Once my working HD has been cloned, I’ll take the spare/backup drive and keep it in a fireproof & waterproof safe. A quick search on Amazon will return you a TON of options that fit your budget so I won’t go into extremes here, but when you have clients’ work at risk, I believe in a “better to have and not need, than need and not have” mentality. This leads me into the last of the three “C’s,” and that’s Cloud Storage!

Cloud Storage

There are a plethora of online options to choose from out there now, as we’ve mentioned in our Ultimate List of Photo Storage Options. Cloud Storage is the final and most important step of my backup process. Regardless of how careful I’ve been and how much maintenance I’ve done, there is still a chance disaster can strike and completely wipe out all my physical drives. To add another level to my security and photography insurance, I dedicate time every week or two to sync my entire photography libraries to an online cloud based storage solution. In that worst case scenario where you lose everything, all you need to do is download the backup from  the cloud and you can start right where you’ve left off (after a lengthy download, of course).

[REWIND: How To Backup Your Photos | The 2018 Ultimate List Of Photo Storage Options]

Conclusion

All of these tools and services provide an incredibly affordable business write off, but more importantly, they provide you, your family, and your clients the peace of mind that comes from knowing that the images and memories are safe and always available!

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David J. Crewe is a full-time commercial photographer and Senior Editor with SLR Lounge. Based out of both Southern California & Las Vegas, Nevada.

View his work and blog: DavidJCrewe.com

Follow his Instagram: @DavidJCrewe

Q&A Discussions

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  1. Karl Austin

    Backups that are manual, aren’t really backups for most people, because most people aren’t disciplined enough to stick to their plan and will forget/take shortcuts and it’ll come back to bite them.   Much the same as an untested backup isn’t a backup either.

    Backups ideally need to be automated, and tested periodically to make sure you can actually get your data back.

    If you’re using RAID-0 then you’d better make sure your backups really do work, because as a minimum you just doubled your chances of losing data on that system.  The only thing it should really be used for is scratch space where you’ve got another copy already – even then that’s debatable these days with affordable SSD beating RAID-0 in to the ground for your average use-case.

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  2. Jas Bat

    Great article! Protecting our files is so important. 

    However, I wanna point out a thing about RAIDs… mainly that a RAID is actually *not* a back-up.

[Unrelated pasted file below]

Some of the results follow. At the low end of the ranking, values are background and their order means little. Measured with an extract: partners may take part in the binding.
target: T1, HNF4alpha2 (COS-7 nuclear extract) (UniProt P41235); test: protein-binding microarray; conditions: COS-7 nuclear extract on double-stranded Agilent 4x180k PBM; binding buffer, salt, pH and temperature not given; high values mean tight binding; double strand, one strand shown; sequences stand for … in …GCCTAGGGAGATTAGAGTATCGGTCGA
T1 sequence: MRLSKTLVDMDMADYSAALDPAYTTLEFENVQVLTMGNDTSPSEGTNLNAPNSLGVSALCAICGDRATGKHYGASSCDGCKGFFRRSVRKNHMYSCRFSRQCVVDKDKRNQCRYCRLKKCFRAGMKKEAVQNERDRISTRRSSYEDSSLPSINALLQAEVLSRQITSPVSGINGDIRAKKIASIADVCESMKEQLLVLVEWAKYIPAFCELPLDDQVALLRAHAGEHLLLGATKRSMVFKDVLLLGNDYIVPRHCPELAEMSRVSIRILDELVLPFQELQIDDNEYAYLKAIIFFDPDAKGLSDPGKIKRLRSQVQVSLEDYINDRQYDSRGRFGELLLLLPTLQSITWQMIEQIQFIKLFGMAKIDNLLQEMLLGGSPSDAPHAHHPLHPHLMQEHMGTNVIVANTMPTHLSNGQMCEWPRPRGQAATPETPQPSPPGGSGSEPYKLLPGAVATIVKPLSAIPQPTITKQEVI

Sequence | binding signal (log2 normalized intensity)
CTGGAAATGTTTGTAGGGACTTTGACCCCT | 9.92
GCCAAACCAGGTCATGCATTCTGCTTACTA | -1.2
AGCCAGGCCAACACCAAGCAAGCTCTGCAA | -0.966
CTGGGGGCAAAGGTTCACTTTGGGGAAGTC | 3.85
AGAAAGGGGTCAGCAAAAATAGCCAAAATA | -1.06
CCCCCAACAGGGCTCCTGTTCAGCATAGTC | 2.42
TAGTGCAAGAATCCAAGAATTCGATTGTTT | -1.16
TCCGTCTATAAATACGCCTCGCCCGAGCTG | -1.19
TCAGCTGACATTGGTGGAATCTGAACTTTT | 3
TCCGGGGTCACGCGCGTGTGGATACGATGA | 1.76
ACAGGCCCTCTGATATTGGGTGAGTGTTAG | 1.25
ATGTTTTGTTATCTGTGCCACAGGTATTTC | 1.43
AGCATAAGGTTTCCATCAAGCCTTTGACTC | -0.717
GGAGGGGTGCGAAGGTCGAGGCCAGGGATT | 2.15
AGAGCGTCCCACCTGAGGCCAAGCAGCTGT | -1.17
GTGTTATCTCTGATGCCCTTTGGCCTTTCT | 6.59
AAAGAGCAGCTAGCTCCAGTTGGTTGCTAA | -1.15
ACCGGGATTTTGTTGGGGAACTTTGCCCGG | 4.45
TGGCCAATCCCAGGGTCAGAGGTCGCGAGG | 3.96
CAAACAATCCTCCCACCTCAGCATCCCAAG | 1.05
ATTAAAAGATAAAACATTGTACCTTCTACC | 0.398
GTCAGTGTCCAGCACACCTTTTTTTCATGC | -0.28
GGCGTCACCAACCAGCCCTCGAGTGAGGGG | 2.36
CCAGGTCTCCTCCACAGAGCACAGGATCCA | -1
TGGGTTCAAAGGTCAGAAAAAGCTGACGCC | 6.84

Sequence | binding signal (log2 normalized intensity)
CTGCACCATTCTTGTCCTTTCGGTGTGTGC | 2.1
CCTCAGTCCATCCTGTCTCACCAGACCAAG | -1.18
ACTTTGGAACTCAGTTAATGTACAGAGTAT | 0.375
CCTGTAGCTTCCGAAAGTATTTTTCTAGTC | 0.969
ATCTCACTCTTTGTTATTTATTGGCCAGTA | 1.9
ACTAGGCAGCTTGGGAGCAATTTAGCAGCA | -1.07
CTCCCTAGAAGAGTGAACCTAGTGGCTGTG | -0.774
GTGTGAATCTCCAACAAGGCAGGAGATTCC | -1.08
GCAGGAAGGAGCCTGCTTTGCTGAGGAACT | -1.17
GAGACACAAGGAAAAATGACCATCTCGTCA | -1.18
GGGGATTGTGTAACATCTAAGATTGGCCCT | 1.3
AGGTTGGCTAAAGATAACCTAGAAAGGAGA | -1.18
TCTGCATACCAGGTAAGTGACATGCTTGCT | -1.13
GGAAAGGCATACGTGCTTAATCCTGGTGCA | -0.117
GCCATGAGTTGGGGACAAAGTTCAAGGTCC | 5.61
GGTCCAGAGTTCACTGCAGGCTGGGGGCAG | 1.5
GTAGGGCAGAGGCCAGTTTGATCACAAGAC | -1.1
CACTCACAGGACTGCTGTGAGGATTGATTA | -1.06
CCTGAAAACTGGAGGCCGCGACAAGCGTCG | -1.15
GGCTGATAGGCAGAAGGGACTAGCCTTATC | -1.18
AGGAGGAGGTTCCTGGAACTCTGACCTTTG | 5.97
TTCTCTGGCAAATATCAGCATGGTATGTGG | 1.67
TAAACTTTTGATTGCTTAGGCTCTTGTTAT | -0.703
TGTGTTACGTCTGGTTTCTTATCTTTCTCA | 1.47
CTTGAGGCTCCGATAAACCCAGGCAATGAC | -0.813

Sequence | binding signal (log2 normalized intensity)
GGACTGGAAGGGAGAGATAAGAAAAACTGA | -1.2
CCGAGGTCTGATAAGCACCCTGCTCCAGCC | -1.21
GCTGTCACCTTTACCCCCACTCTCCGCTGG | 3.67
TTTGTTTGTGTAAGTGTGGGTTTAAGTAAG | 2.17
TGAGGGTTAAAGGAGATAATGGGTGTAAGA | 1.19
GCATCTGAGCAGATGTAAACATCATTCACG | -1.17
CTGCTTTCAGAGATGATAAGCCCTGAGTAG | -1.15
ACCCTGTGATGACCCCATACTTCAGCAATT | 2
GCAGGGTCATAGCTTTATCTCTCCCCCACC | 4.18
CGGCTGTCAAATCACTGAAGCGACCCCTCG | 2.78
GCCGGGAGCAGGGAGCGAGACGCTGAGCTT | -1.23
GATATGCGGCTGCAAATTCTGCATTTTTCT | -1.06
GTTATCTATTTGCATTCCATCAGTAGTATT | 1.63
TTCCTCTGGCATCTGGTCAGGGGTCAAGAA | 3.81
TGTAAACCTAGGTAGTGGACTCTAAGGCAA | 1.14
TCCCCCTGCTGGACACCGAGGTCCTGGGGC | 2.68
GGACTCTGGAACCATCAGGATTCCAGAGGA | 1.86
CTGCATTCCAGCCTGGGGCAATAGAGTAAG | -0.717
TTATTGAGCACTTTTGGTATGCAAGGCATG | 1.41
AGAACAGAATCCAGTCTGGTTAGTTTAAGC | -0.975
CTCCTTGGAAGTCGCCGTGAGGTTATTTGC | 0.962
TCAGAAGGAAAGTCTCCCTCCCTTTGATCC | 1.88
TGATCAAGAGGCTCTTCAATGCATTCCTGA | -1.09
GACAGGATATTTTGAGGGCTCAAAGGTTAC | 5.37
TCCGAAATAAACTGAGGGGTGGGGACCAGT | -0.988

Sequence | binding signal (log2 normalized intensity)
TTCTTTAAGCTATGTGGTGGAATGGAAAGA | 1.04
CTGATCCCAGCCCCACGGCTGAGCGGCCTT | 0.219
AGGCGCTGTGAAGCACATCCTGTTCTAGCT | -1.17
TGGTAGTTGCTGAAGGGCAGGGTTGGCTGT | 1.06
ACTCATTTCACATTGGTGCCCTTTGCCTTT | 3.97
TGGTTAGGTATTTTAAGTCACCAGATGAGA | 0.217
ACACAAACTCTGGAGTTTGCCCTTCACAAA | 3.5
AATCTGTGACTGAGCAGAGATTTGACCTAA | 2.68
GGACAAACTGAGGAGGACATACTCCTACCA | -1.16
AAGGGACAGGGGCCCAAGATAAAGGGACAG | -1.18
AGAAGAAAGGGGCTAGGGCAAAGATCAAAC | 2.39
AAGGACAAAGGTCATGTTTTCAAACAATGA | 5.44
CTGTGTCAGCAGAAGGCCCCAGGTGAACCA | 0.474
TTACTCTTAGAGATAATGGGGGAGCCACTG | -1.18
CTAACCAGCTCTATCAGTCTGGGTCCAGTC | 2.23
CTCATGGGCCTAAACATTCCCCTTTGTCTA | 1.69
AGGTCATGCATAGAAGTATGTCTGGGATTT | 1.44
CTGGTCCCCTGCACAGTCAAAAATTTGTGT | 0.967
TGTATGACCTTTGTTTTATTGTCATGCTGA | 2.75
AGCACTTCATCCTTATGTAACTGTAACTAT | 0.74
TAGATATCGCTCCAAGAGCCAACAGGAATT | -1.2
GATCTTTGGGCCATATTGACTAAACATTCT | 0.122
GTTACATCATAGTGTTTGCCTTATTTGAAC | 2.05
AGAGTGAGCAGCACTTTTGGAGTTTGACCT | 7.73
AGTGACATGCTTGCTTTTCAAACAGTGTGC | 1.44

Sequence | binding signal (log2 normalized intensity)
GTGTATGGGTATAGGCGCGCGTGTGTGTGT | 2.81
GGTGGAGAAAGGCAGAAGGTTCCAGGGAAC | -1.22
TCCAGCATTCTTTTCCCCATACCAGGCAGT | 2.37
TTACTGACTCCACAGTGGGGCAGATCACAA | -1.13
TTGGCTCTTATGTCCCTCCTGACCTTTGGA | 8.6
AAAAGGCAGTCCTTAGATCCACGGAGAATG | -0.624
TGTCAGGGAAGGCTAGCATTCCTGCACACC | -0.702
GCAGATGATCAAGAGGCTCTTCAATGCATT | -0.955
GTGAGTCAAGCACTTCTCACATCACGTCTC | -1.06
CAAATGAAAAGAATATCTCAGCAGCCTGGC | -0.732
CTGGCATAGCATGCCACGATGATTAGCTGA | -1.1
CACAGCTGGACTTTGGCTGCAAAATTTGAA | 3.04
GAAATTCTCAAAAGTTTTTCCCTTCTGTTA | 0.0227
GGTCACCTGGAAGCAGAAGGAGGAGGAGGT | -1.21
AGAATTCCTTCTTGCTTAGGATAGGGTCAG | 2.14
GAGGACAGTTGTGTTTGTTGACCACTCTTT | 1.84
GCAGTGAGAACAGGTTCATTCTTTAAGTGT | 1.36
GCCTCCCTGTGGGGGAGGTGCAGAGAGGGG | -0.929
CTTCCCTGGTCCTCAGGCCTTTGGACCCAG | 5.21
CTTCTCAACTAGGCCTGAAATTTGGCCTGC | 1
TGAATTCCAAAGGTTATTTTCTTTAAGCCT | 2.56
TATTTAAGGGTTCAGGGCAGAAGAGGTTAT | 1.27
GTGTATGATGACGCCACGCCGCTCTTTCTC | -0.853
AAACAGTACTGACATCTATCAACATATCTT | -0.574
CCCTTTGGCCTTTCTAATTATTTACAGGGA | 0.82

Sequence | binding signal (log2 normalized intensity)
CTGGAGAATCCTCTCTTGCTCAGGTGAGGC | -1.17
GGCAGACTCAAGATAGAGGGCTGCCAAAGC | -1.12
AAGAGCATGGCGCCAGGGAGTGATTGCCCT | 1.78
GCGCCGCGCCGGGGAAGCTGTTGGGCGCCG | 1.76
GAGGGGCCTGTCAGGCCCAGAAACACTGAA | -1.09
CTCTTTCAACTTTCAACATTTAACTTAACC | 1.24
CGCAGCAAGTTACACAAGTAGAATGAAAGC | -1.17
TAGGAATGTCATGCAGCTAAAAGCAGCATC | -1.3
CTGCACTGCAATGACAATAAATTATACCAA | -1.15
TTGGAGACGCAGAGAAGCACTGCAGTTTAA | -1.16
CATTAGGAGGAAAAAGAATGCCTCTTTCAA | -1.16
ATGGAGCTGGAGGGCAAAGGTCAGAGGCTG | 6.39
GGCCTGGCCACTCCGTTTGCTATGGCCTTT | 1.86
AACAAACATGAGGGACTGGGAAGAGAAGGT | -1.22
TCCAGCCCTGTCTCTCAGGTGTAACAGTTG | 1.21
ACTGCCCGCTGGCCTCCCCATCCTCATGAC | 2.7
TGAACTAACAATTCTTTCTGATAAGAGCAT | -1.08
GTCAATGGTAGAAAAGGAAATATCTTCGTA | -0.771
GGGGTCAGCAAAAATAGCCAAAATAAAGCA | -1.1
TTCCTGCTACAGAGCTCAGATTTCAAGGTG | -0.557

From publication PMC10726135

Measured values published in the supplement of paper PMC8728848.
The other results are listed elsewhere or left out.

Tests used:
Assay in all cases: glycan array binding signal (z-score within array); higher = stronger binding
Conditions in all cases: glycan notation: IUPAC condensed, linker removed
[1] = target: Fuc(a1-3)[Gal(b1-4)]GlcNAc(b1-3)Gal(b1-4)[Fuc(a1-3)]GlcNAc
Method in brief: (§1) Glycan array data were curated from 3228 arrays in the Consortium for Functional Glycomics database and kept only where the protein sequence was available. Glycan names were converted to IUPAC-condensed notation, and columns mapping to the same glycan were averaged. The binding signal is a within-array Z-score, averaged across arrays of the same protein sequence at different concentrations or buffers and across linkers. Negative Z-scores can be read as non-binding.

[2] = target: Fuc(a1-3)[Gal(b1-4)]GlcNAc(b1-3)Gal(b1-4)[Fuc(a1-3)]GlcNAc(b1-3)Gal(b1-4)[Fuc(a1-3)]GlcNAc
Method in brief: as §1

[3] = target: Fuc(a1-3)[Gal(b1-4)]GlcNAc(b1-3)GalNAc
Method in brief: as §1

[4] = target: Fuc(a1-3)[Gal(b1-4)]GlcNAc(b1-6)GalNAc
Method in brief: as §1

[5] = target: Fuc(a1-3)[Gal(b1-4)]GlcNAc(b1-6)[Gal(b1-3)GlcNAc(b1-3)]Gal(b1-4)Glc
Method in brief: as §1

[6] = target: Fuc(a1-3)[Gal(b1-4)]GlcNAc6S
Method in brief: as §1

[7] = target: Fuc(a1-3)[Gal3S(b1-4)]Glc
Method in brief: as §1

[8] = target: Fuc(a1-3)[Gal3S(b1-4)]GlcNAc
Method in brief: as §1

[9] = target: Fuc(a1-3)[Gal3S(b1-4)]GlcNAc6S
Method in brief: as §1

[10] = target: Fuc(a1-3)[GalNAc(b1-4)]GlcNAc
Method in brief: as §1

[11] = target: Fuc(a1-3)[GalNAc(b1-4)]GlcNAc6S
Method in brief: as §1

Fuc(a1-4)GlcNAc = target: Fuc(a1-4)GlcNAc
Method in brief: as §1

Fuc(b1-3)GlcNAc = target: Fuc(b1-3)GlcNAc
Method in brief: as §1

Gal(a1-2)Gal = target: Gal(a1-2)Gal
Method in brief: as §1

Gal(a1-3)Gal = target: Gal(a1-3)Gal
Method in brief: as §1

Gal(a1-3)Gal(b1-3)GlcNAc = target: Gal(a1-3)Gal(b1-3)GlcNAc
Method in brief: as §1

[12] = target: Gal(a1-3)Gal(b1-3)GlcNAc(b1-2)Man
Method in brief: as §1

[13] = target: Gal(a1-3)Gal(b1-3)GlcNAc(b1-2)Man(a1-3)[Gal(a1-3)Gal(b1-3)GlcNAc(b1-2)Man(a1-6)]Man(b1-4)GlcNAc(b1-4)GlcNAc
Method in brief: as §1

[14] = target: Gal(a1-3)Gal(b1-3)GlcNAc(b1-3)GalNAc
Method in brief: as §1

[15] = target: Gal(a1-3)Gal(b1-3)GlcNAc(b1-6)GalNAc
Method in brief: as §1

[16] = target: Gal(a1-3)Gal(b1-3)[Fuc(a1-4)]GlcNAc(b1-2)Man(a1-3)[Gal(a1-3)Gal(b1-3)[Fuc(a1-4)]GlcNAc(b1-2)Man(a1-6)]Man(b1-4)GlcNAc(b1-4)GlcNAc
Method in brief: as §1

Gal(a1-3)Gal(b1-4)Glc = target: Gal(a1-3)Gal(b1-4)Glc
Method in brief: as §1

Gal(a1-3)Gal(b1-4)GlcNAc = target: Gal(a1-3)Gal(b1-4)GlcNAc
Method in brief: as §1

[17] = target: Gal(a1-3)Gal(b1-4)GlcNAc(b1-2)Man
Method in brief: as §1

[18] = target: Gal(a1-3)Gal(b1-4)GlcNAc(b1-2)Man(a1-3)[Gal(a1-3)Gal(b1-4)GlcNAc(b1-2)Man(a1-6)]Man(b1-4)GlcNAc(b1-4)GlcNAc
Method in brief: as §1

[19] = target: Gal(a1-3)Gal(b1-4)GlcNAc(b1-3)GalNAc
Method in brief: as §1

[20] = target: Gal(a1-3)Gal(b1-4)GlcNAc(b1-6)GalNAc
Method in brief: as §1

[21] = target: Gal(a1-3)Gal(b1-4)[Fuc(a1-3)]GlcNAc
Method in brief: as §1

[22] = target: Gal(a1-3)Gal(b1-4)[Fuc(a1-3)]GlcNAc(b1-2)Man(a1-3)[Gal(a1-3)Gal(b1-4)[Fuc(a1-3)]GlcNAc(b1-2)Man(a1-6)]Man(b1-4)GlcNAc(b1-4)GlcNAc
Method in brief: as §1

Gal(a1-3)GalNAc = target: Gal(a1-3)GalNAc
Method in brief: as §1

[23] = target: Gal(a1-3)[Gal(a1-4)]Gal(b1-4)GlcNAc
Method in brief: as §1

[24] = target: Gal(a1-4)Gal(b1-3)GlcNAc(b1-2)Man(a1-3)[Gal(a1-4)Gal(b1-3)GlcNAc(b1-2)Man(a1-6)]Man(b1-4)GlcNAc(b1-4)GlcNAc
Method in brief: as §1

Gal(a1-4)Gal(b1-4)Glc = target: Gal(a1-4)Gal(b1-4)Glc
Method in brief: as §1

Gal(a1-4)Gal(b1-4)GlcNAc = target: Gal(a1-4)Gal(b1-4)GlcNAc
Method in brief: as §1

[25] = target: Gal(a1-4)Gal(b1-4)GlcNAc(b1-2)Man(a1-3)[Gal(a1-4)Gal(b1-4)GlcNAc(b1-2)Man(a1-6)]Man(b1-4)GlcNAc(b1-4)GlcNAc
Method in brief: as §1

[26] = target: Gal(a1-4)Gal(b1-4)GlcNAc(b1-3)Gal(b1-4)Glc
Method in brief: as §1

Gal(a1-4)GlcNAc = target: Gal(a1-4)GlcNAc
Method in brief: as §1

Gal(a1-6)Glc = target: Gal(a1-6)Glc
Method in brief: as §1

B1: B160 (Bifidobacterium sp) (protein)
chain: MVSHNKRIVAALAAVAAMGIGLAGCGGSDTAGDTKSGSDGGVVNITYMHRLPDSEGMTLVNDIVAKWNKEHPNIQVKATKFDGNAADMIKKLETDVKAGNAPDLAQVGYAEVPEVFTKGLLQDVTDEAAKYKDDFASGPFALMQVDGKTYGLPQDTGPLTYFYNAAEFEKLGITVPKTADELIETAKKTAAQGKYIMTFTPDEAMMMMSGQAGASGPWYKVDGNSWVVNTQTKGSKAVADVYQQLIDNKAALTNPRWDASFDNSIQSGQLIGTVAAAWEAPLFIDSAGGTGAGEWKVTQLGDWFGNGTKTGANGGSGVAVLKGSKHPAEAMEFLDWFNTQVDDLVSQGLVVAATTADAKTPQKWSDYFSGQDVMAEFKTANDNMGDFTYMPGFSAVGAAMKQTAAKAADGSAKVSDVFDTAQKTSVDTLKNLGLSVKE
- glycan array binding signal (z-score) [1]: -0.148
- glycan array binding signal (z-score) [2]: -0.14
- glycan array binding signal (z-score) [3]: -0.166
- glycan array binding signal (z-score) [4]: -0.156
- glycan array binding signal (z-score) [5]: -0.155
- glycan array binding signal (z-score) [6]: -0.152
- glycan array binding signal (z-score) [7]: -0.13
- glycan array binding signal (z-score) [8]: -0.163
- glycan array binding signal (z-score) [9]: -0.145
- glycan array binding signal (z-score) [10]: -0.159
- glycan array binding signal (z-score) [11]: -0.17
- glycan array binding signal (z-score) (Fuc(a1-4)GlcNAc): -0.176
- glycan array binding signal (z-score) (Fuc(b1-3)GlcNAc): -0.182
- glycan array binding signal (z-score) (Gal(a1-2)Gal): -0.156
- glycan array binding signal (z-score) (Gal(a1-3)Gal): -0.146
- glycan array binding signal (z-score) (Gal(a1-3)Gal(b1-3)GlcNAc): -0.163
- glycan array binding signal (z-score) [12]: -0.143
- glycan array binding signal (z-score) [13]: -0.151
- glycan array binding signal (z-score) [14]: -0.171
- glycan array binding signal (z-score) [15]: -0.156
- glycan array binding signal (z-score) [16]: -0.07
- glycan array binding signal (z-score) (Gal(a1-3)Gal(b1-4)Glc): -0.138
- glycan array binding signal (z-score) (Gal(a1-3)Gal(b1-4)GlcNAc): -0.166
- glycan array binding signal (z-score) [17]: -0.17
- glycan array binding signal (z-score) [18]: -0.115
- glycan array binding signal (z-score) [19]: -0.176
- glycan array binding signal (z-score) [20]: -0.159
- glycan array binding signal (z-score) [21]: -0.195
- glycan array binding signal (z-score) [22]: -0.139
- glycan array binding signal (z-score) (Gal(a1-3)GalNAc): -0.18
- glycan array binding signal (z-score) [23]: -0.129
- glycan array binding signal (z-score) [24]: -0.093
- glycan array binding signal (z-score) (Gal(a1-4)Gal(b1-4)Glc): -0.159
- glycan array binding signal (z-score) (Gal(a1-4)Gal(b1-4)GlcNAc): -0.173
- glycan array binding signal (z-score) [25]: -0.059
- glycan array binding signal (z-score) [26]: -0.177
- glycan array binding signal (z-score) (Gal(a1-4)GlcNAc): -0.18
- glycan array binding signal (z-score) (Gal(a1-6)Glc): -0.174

You heard that right, and I learned it the hard way! RAID 0 have no data redundancy so it’s only made for better performance. RAID 5 split the data across the drives and have some redundancy, which ain’t bad. 

    The problem is RAID 1! How come? RAID 1 makes two copies of your data instead of one automatically, so that’s supposed to be the best… Accept it isn’t. 

    The purpose of RAID 1 is that you or a program can continue working without having to load any back-up in case one of the drives fails. It’s supposed to be an advanced technique used in servers where programs work on the drive automatically, so you don’t have to send someone in to change the drive every time.

    The problem of RAID 1 is that it copy *everything* automatically. Let’s say you transfer your data to your RAID 1, and they get corrupted in the process… guess what: you now have two corrupted copies of your data. Delete a file by accident on one of your drives in a RAID 1?? Well, you deleted the file on *both* your “back-up” copies… and so on…

    And things can get even worse – speaking from experience… what happens when both drives on a RAID 1 fails? Answer: the original drive becomes part of the RAID 1, which triggers auto-rebuild functions.

    That means if you copy your data first on one of your internal drives… and well if your RAID 1 fails completely, and the rebuilding process fail as well – which happened to me – you end up losing access to your internal drive completely! 

    Now I have to pay to get my data back since I was foolish enough to count the RAID as two backup drives… and even if you have an extra clone, you just lost access to your internal data drive. 

    Maybe I was just really unlucky, but all the servers geeks I know can confirm that RAID 1  is not a good idea for back-up. In fact, it’s so advanced in automatic procedures that I do not feel confident enough to set one up again. If one of my drives fail, I can just use a proper, standard clone handy.

    RAID 0 can help with performance, which is good, but you have to pay for two disks and get the storage space of one of the two only… so are you really gaining any advantage? I doubt it.

    Honestly, unless you’re running a complete server with petabytes of data, and use automatic programs to manage storage and back-up – which even most pro studios are far from needing – I would stay away from RAIDs. 

    The name is intimidating for a reason :P Just my two cents. Here’s a link that explains why RAID is not a back-up system and was never designed to be a back-up system in the first place :